A/N: This is a new story idea I've had planned for a while. If I keep getting inspired I hope I'll be able to keep uploading here to finish the story. The updates will be extremely sporadic because, you know, school and lack of motivation. If I try to rush a chapter it'll be awful. I hope you enjoy it!

Chapter 1

Rosalie sat glumly atop the satin cushions, moving through the streets of the citadel in a miserable procession. Her sister, Rosa, was wearing a black gown like herself, but also a solemn black veil, as was the custom for the heir to the throne. Rosalie squeezed her little brother's hand. Johnathan looked as if he was going to cry again; and she wouldn't blame him. Their mother had loved him dearly; although Rosalie had trouble admitting it, she was jealous of the attention Johnathan got from their mother. Although now it isn't really a problem. She mused bitterly, hating how grim her thoughts had become.

Queen Rosalind's first son had their father's dark hair and her crystal blue eyes, just as Rosa did. Rosalie was the only one of the children who had inherited the King's obsidian eyes; the purple and the black stark against her pale skin.

The sky mirrored the atmosphere of the crowds. Normally busy and bursting with life, the streets were quiet and emptier than usual; only a few had left their homes to see the procession pass. Although everyone in the citadel had loved the Queen, few bothered to show up to pay their respects. Rosalie felt a surge of anger at this- she gripped her little brothers hand very hard and heard him whimper, but she didn't relinquish her grasp until Johnathan squirmed. She looked guiltily up at her father, the King, who hadn't noticed, but she knew that if he had he would be giving her a lecture on how fifteen-year-old princesses shouldn't act in such a way.

The King, Arthur, married into the royal family, as all the Kings did seeing as it was always the princesses who took the throne. He was already from wealthy roots, but with Arthur and Rosalind, it was love at first sight. It was said that the King was already betrothed to marry the heir to another aristocratic family, but the girl had run off with the stable boy and was therefore disowned from the family. It was fortunate, Rosalie supposed, that she had run away, because if not for that, her father wouldn't have met her mother. Heir to the Rose Throne, Rosalind became the ruler of all the lands, protector of the realm and the citadel in which she lived; the liveliest and largest trading port Rosalie had ever set eyes upon.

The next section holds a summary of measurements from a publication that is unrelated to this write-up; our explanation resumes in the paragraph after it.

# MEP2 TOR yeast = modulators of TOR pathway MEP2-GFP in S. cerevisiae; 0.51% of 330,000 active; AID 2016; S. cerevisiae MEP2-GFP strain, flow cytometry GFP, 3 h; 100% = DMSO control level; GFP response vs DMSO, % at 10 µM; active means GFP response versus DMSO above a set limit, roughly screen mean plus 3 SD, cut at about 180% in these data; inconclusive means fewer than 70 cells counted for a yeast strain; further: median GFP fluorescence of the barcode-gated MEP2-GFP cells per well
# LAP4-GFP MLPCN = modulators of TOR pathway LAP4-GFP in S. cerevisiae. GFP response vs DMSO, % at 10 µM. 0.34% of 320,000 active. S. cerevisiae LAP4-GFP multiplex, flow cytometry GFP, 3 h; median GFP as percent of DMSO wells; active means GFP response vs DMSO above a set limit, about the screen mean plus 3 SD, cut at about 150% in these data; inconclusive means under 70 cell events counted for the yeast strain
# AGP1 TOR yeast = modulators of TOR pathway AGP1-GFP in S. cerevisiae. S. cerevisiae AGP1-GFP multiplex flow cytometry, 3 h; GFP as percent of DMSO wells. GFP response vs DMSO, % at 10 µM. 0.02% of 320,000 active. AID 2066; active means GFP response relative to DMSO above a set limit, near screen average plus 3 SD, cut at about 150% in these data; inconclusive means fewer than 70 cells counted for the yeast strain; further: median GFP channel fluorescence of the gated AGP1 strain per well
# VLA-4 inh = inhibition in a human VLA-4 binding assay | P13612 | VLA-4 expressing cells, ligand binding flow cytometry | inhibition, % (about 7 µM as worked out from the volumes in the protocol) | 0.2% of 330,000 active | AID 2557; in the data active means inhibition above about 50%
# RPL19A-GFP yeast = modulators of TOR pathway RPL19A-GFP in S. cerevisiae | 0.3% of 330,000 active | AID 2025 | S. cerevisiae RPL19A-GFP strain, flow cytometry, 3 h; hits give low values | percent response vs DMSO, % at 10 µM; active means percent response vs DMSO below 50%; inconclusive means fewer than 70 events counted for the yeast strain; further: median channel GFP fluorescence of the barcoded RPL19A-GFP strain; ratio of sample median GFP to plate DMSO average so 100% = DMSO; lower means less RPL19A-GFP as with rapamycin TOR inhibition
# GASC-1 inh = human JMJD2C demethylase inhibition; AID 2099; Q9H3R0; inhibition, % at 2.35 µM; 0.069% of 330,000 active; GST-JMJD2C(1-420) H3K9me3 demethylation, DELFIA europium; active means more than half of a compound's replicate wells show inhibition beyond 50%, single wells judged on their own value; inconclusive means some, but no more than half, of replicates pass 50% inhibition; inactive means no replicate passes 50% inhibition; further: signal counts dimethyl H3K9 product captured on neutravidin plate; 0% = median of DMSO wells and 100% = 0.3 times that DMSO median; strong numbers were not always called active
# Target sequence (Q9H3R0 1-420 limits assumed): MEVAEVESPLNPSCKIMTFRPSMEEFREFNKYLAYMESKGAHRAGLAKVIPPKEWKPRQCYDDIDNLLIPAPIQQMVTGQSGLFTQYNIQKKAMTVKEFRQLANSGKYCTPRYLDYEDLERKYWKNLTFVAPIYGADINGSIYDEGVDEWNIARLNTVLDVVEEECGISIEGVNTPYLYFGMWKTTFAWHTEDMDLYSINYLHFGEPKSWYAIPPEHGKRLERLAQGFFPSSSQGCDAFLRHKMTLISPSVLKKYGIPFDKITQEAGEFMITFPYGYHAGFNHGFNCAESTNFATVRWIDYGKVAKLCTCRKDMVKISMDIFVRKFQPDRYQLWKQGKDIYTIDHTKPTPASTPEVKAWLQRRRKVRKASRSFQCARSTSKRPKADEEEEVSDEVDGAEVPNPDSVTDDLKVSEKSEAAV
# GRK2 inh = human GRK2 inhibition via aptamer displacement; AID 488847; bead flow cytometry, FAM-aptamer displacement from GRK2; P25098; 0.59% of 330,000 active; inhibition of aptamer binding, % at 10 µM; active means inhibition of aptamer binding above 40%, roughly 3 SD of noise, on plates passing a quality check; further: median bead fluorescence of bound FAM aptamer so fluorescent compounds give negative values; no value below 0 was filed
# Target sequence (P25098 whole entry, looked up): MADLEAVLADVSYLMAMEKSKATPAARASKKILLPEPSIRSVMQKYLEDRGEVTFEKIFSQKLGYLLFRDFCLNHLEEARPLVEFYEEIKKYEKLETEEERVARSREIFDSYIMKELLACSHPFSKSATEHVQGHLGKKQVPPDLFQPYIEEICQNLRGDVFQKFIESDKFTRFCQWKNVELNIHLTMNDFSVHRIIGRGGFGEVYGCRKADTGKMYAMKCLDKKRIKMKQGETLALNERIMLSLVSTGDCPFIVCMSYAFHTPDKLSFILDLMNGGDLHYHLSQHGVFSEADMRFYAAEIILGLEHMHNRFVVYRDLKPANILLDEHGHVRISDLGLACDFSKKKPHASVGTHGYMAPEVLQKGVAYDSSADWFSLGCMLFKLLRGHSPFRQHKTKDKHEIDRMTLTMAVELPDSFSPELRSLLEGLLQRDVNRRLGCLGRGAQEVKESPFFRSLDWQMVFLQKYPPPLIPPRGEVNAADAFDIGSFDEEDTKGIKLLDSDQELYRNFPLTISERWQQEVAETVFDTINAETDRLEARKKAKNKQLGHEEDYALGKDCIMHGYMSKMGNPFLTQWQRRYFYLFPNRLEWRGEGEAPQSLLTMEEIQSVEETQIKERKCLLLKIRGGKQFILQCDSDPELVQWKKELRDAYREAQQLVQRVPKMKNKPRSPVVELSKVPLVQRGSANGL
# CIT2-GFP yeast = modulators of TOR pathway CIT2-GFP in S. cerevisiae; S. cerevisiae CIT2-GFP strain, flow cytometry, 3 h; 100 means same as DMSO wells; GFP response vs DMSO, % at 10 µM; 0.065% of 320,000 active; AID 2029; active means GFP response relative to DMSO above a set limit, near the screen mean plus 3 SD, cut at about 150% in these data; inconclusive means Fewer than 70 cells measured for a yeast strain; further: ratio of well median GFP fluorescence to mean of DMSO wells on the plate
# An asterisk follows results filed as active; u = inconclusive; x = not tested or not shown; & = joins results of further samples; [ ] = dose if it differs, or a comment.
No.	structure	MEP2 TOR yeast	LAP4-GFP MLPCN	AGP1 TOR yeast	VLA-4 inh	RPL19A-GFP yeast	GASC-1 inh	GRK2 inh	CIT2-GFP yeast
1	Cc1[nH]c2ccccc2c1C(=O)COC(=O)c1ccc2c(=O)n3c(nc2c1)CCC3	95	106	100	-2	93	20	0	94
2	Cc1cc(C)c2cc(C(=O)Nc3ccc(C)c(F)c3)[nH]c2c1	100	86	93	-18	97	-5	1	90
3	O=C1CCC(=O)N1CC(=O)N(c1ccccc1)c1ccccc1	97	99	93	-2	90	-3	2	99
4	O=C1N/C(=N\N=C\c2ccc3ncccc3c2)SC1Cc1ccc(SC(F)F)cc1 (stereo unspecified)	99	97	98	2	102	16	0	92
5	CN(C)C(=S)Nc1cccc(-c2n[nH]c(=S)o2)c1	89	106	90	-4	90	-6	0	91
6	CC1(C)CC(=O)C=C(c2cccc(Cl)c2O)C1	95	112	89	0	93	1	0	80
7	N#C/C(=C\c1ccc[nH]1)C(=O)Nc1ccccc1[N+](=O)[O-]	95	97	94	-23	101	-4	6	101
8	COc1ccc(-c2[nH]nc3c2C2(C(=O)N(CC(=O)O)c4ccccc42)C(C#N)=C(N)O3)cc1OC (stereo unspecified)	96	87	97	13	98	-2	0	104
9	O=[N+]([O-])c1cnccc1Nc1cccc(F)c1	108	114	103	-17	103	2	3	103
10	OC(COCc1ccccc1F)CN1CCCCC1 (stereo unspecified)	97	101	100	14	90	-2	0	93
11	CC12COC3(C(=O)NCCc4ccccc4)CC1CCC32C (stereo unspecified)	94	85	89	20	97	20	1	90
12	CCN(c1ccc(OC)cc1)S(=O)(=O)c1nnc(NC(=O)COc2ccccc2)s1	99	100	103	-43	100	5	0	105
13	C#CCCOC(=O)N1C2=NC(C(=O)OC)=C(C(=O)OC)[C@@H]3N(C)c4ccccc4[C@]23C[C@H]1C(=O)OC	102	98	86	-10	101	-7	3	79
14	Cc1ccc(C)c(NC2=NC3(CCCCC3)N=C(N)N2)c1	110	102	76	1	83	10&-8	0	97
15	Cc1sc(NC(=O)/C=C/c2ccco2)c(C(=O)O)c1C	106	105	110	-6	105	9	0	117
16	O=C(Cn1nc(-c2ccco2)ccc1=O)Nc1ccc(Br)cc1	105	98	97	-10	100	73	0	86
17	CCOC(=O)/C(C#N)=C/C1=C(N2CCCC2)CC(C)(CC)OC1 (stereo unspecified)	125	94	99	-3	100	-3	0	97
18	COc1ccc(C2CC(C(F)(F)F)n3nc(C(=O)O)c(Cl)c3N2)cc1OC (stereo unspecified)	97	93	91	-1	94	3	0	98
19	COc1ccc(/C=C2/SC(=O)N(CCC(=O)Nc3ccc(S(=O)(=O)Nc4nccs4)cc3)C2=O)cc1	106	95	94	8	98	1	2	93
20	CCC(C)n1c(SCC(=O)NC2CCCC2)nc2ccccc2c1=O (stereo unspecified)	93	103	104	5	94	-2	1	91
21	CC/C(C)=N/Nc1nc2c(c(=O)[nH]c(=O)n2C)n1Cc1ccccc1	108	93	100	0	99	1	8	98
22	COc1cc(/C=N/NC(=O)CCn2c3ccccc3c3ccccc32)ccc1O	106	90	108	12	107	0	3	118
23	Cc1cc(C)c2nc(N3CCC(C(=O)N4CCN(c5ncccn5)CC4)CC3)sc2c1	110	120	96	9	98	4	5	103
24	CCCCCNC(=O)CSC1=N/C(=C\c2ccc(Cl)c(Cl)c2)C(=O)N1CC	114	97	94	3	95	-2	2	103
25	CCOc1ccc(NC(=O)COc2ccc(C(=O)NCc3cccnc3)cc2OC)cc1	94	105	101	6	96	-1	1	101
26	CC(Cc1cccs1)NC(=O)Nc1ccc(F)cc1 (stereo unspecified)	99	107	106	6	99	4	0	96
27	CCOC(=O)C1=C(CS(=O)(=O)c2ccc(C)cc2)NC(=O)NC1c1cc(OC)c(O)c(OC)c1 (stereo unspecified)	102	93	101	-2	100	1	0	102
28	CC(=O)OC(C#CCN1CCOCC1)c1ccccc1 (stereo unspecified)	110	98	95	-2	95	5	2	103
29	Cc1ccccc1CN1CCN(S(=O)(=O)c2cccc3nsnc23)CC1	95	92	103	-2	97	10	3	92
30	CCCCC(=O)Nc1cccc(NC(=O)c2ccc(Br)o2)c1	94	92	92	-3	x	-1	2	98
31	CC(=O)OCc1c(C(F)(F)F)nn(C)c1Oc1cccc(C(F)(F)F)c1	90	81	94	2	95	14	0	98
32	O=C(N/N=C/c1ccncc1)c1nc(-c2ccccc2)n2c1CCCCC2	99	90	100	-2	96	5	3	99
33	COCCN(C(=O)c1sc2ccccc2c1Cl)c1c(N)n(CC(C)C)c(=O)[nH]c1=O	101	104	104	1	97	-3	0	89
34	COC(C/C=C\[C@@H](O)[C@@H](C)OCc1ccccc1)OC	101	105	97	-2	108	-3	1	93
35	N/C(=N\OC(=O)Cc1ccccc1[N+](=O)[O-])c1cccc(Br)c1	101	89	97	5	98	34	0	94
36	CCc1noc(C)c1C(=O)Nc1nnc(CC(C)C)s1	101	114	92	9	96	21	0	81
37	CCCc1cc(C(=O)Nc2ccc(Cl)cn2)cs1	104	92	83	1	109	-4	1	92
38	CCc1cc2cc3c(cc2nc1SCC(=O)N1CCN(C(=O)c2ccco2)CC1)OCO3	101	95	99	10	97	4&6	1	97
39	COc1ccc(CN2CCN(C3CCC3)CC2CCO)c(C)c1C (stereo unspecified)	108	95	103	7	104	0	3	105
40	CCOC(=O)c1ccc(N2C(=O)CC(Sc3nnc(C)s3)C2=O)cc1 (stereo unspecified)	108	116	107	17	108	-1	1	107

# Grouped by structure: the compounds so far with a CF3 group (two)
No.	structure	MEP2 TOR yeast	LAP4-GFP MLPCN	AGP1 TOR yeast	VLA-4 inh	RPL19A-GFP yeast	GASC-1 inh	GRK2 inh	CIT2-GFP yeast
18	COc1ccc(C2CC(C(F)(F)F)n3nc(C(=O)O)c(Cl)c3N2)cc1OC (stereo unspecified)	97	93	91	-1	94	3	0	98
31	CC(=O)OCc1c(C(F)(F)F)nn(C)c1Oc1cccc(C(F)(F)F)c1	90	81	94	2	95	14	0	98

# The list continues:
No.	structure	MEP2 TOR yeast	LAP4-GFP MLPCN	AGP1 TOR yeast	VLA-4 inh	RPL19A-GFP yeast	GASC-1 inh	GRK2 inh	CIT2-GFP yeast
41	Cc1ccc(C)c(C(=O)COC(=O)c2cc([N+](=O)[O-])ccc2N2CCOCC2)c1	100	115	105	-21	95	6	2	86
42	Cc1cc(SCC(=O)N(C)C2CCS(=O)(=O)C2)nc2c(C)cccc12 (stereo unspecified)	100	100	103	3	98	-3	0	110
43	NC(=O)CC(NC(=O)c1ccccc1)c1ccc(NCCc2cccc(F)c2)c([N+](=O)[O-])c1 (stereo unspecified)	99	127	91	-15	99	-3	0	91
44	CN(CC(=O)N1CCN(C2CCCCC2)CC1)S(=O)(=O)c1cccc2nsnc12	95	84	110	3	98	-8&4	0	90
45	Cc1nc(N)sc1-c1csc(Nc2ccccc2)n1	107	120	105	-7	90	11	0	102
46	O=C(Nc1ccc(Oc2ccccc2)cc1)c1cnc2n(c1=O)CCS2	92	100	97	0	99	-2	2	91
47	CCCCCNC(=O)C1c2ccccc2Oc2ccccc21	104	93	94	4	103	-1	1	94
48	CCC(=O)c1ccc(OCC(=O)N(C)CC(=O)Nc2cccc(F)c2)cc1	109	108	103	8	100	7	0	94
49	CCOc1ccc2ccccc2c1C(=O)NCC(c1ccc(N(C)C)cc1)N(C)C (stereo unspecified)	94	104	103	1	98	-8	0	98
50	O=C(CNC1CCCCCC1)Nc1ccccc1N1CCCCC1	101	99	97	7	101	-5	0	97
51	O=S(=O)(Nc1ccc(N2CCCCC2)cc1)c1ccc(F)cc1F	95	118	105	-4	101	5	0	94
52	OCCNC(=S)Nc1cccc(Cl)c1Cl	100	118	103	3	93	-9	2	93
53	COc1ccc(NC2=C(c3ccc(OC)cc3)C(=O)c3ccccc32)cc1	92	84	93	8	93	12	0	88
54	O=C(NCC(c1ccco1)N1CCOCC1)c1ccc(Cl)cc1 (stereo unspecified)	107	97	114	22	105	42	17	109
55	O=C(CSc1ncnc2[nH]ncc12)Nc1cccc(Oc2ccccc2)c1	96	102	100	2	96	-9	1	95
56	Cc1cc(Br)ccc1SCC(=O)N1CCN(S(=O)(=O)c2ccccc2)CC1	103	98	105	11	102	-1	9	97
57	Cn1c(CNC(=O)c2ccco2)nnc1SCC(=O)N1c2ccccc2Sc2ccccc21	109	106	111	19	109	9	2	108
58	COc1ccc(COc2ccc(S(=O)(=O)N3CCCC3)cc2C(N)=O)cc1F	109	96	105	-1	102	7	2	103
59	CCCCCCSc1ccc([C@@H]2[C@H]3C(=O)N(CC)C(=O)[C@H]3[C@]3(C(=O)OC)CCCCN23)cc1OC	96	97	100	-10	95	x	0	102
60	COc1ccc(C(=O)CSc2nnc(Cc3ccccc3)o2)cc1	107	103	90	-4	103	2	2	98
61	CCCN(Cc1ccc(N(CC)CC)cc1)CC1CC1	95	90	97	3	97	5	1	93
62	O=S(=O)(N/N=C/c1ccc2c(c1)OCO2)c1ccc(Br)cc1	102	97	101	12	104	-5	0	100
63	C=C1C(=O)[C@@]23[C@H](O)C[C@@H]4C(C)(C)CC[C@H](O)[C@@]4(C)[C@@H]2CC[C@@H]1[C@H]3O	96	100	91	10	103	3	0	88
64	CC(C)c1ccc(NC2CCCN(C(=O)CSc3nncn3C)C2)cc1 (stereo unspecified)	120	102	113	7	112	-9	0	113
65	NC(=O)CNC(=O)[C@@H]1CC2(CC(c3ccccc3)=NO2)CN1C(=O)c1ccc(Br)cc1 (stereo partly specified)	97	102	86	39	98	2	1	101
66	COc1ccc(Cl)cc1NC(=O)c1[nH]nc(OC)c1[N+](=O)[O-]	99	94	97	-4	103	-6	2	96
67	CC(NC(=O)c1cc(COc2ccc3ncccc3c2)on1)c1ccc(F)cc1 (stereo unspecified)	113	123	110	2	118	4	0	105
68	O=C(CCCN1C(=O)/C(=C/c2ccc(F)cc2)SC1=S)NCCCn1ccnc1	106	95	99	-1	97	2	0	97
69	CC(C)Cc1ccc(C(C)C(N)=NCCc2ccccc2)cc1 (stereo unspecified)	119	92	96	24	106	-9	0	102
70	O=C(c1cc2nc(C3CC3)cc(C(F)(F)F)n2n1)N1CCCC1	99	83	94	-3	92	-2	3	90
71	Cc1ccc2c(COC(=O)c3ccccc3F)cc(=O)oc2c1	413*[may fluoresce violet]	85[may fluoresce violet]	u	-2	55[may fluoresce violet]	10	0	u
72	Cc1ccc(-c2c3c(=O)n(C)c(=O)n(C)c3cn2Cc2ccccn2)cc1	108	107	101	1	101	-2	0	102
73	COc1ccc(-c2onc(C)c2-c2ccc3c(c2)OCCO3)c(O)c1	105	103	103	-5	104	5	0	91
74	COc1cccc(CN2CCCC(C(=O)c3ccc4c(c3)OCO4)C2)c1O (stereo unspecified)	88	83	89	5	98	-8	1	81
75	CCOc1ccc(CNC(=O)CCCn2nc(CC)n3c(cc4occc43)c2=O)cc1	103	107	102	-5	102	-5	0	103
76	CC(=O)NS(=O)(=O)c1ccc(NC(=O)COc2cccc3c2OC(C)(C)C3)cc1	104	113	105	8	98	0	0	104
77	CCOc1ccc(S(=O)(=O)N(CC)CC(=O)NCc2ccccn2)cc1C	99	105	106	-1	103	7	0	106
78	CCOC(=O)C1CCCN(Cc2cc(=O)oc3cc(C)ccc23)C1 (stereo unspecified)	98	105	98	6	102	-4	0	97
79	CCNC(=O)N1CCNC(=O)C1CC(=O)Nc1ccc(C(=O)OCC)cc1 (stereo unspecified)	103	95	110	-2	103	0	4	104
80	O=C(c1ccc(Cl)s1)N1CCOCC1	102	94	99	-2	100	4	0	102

The marbled walls of the citadel stretched to twenty-six feet high, circling the houses and dissecting the districts of class. The upper class houses were in the inner circle along with the royal palace, the middle class were in the middle ring and the lower class were in the outskirts of the citadel. The only thing that brought the classes together was the Great Royal Trading Road that ran throughout the citadel. That was where the procession was taking place; they were already passing through the middle ring, and Rosalie looked around to see Guards of the City Watch standing as sentinels on the walls, where large pyres stood also, ready to alert the rest of the citadel of trouble.

It had been a long time since these fires had been lit; and Rosalie secretly hoped that she'd see them burn one day. Not to see the citadel under siege, but to watch the movements of the guards. She had never been allowed to even hold a sword, let alone swing one, and she harboured the desire to grip a hilt and polish a blade. As she swayed atop the drab cushions, and specks of rain began to fall from the sky, Rosalie hoped her dream could one day become reality.


I despised rain.

One thing I hated more than rain was the ridiculous cloaks they made in the citadel. What was the point of a hood if it let water through it? The dragon scale ones they made across the seas were better. But there weren't many of them left, thanks to the poachers.

I ripped my hood furiously off my head, exposing my blonde braid to the downpour. I bared my teeth at the passers-by, disgusted by the lack of hygiene in the lower class sector of the citadel. Peasants simply shouldn't be allowed to exist in such a fine city, especially where the upper classes lived. I had always hated how the citadel allowed a Trading Road run through the city, welcoming just anybody into the middle ring. But I supposed it was helpful to me, and I grinned as I pulled my sword from beneath my cloak.

The peasants didn't even trouble to look surprised, or worried that a stranger had turned up in their midst with a blade. Oh, but they seemed to care when I opened up their throats.

And their bellies. And their chests. And their heads.

Oh, they certainly cared then.

I danced among the dead, adding their brothers, their equals, to the array of corpses. As my blade slashed and glinted in the sunlight, I saw just how dirty their blood was. It washed down the streets in the rain, staining the cobbles crimson.

It was funny, just how long it took for the Guards of the City Watch to notice. They were supposed to protect the citadel, and they couldn't even stop a single woman from slaughtering almost sixty people with one blade. And that wasn't even the best part.

No, the best part was when they lit the pyres.